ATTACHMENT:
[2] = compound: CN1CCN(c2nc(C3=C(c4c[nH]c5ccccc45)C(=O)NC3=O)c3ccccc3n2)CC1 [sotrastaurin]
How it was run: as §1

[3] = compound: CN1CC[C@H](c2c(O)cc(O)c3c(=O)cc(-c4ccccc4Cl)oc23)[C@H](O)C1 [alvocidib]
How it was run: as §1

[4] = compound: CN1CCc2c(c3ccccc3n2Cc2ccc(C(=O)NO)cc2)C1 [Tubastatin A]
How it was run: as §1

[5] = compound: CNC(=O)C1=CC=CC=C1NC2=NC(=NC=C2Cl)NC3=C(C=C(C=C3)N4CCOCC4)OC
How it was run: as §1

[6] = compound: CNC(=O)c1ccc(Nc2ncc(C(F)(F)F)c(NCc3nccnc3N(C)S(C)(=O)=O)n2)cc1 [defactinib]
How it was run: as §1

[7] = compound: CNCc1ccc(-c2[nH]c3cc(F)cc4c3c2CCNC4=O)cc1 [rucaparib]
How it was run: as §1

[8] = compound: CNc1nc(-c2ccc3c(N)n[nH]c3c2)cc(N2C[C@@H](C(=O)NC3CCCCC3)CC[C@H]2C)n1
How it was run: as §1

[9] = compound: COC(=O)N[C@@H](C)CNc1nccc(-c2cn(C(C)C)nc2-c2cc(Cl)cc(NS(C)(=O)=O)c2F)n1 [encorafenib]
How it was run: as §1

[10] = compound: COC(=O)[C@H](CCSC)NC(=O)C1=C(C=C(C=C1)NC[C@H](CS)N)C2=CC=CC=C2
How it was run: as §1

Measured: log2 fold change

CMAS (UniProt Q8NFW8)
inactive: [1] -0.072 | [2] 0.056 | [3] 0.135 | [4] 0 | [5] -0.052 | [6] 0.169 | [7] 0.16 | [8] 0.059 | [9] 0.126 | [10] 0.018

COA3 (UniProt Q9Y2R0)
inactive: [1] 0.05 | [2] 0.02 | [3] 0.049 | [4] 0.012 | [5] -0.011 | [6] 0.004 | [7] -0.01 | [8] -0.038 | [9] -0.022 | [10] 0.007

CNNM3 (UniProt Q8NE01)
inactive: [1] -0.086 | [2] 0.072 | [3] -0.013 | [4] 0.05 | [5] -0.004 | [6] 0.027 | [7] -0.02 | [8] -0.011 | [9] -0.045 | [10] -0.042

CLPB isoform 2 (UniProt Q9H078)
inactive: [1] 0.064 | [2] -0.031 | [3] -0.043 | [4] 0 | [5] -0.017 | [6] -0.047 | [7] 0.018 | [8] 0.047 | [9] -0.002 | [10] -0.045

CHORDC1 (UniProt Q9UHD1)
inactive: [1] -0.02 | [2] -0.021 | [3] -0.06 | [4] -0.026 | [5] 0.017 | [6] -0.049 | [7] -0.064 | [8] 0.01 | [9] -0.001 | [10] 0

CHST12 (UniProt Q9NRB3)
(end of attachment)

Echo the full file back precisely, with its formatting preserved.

[2] = compound: CN1CCN(c2nc(C3=C(c4c[nH]c5ccccc45)C(=O)NC3=O)c3ccccc3n2)CC1 [sotrastaurin]
How it was run: as §1

[3] = compound: CN1CC[C@H](c2c(O)cc(O)c3c(=O)cc(-c4ccccc4Cl)oc23)[C@H](O)C1 [alvocidib]
How it was run: as §1

[4] = compound: CN1CCc2c(c3ccccc3n2Cc2ccc(C(=O)NO)cc2)C1 [Tubastatin A]
How it was run: as §1

[5] = compound: CNC(=O)C1=CC=CC=C1NC2=NC(=NC=C2Cl)NC3=C(C=C(C=C3)N4CCOCC4)OC
How it was run: as §1

[6] = compound: CNC(=O)c1ccc(Nc2ncc(C(F)(F)F)c(NCc3nccnc3N(C)S(C)(=O)=O)n2)cc1 [defactinib]
How it was run: as §1

[7] = compound: CNCc1ccc(-c2[nH]c3cc(F)cc4c3c2CCNC4=O)cc1 [rucaparib]
How it was run: as §1

[8] = compound: CNc1nc(-c2ccc3c(N)n[nH]c3c2)cc(N2C[C@@H](C(=O)NC3CCCCC3)CC[C@H]2C)n1
How it was run: as §1

[9] = compound: COC(=O)N[C@@H](C)CNc1nccc(-c2cn(C(C)C)nc2-c2cc(Cl)cc(NS(C)(=O)=O)c2F)n1 [encorafenib]
How it was run: as §1

[10] = compound: COC(=O)[C@H](CCSC)NC(=O)C1=C(C=C(C=C1)NC[C@H](CS)N)C2=CC=CC=C2
How it was run: as §1

Measured: log2 fold change

CMAS (UniProt Q8NFW8)
inactive: [1] -0.072 | [2] 0.056 | [3] 0.135 | [4] 0 | [5] -0.052 | [6] 0.169 | [7] 0.16 | [8] 0.059 | [9] 0.126 | [10] 0.018

COA3 (UniProt Q9Y2R0)
inactive: [1] 0.05 | [2] 0.02 | [3] 0.049 | [4] 0.012 | [5] -0.011 | [6] 0.004 | [7] -0.01 | [8] -0.038 | [9] -0.022 | [10] 0.007

CNNM3 (UniProt Q8NE01)
inactive: [1] -0.086 | [2] 0.072 | [3] -0.013 | [4] 0.05 | [5] -0.004 | [6] 0.027 | [7] -0.02 | [8] -0.011 | [9] -0.045 | [10] -0.042

CLPB isoform 2 (UniProt Q9H078)
inactive: [1] 0.064 | [2] -0.031 | [3] -0.043 | [4] 0 | [5] -0.017 | [6] -0.047 | [7] 0.018 | [8] 0.047 | [9] -0.002 | [10] -0.045

CHORDC1 (UniProt Q9UHD1)
inactive: [1] -0.02 | [2] -0.021 | [3] -0.06 | [4] -0.026 | [5] 0.017 | [6] -0.049 | [7] -0.064 | [8] 0.01 | [9] -0.001 | [10] 0

CHST12 (UniProt Q9NRB3)